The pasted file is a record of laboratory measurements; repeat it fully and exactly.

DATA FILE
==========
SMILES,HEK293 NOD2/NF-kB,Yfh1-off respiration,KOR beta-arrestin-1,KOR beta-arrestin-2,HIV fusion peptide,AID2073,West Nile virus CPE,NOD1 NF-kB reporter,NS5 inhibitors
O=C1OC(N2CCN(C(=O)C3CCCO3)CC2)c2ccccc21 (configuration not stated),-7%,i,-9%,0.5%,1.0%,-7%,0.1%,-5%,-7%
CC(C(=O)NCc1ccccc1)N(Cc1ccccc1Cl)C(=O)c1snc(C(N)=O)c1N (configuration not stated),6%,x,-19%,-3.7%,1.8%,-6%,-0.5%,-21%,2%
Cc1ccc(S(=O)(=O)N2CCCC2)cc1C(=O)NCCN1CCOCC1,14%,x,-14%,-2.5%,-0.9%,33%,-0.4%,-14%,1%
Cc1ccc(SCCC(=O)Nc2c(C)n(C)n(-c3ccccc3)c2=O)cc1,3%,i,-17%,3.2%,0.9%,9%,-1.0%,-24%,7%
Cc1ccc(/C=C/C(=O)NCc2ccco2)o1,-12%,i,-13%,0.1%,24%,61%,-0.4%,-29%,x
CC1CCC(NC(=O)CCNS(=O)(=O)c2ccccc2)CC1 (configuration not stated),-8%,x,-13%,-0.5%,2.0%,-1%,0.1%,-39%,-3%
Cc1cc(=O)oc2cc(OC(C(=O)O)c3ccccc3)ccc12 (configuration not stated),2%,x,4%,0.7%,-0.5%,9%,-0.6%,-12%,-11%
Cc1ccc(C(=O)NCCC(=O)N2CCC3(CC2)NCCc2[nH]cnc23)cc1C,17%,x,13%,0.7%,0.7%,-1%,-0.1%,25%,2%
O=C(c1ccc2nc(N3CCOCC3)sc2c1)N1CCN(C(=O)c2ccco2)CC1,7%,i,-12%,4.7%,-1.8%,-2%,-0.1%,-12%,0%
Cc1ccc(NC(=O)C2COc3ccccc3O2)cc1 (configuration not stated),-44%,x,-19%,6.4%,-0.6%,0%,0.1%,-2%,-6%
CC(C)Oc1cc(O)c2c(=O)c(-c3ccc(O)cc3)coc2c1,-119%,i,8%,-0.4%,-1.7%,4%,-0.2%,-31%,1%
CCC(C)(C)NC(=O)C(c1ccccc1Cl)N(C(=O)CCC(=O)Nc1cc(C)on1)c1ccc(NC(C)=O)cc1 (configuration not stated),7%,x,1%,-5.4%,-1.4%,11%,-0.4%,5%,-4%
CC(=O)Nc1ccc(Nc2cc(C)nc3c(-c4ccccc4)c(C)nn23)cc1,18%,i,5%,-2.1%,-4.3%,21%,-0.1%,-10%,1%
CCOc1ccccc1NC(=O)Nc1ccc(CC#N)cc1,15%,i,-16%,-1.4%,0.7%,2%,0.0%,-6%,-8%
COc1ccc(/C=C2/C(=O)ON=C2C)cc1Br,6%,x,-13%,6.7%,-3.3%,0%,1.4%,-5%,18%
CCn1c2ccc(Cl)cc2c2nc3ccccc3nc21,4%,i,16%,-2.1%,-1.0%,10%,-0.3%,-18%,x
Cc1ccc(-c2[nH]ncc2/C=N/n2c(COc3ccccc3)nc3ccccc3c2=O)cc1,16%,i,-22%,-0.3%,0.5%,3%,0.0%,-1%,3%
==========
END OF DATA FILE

SMILES,HEK293 NOD2/NF-kB,Yfh1-off respiration,KOR beta-arrestin-1,KOR beta-arrestin-2,HIV fusion peptide,AID2073,West Nile virus CPE,NOD1 NF-kB reporter,NS5 inhibitors
O=C1OC(N2CCN(C(=O)C3CCCO3)CC2)c2ccccc21 (configuration not stated),-7%,i,-9%,0.5%,1.0%,-7%,0.1%,-5%,-7%
CC(C(=O)NCc1ccccc1)N(Cc1ccccc1Cl)C(=O)c1snc(C(N)=O)c1N (configuration not stated),6%,x,-19%,-3.7%,1.8%,-6%,-0.5%,-21%,2%
Cc1ccc(S(=O)(=O)N2CCCC2)cc1C(=O)NCCN1CCOCC1,14%,x,-14%,-2.5%,-0.9%,33%,-0.4%,-14%,1%
Cc1ccc(SCCC(=O)Nc2c(C)n(C)n(-c3ccccc3)c2=O)cc1,3%,i,-17%,3.2%,0.9%,9%,-1.0%,-24%,7%
Cc1ccc(/C=C/C(=O)NCc2ccco2)o1,-12%,i,-13%,0.1%,24%,61%,-0.4%,-29%,x
CC1CCC(NC(=O)CCNS(=O)(=O)c2ccccc2)CC1 (configuration not stated),-8%,x,-13%,-0.5%,2.0%,-1%,0.1%,-39%,-3%
Cc1cc(=O)oc2cc(OC(C(=O)O)c3ccccc3)ccc12 (configuration not stated),2%,x,4%,0.7%,-0.5%,9%,-0.6%,-12%,-11%
Cc1ccc(C(=O)NCCC(=O)N2CCC3(CC2)NCCc2[nH]cnc23)cc1C,17%,x,13%,0.7%,0.7%,-1%,-0.1%,25%,2%
O=C(c1ccc2nc(N3CCOCC3)sc2c1)N1CCN(C(=O)c2ccco2)CC1,7%,i,-12%,4.7%,-1.8%,-2%,-0.1%,-12%,0%
Cc1ccc(NC(=O)C2COc3ccccc3O2)cc1 (configuration not stated),-44%,x,-19%,6.4%,-0.6%,0%,0.1%,-2%,-6%
CC(C)Oc1cc(O)c2c(=O)c(-c3ccc(O)cc3)coc2c1,-119%,i,8%,-0.4%,-1.7%,4%,-0.2%,-31%,1%
CCC(C)(C)NC(=O)C(c1ccccc1Cl)N(C(=O)CCC(=O)Nc1cc(C)on1)c1ccc(NC(C)=O)cc1 (configuration not stated),7%,x,1%,-5.4%,-1.4%,11%,-0.4%,5%,-4%
CC(=O)Nc1ccc(Nc2cc(C)nc3c(-c4ccccc4)c(C)nn23)cc1,18%,i,5%,-2.1%,-4.3%,21%,-0.1%,-10%,1%
CCOc1ccccc1NC(=O)Nc1ccc(CC#N)cc1,15%,i,-16%,-1.4%,0.7%,2%,0.0%,-6%,-8%
COc1ccc(/C=C2/C(=O)ON=C2C)cc1Br,6%,x,-13%,6.7%,-3.3%,0%,1.4%,-5%,18%
CCn1c2ccc(Cl)cc2c2nc3ccccc3nc21,4%,i,16%,-2.1%,-1.0%,10%,-0.3%,-18%,x
Cc1ccc(-c2[nH]ncc2/C=N/n2c(COc3ccccc3)nc3ccccc3c2=O)cc1,16%,i,-22%,-0.3%,0.5%,3%,0.0%,-1%,3%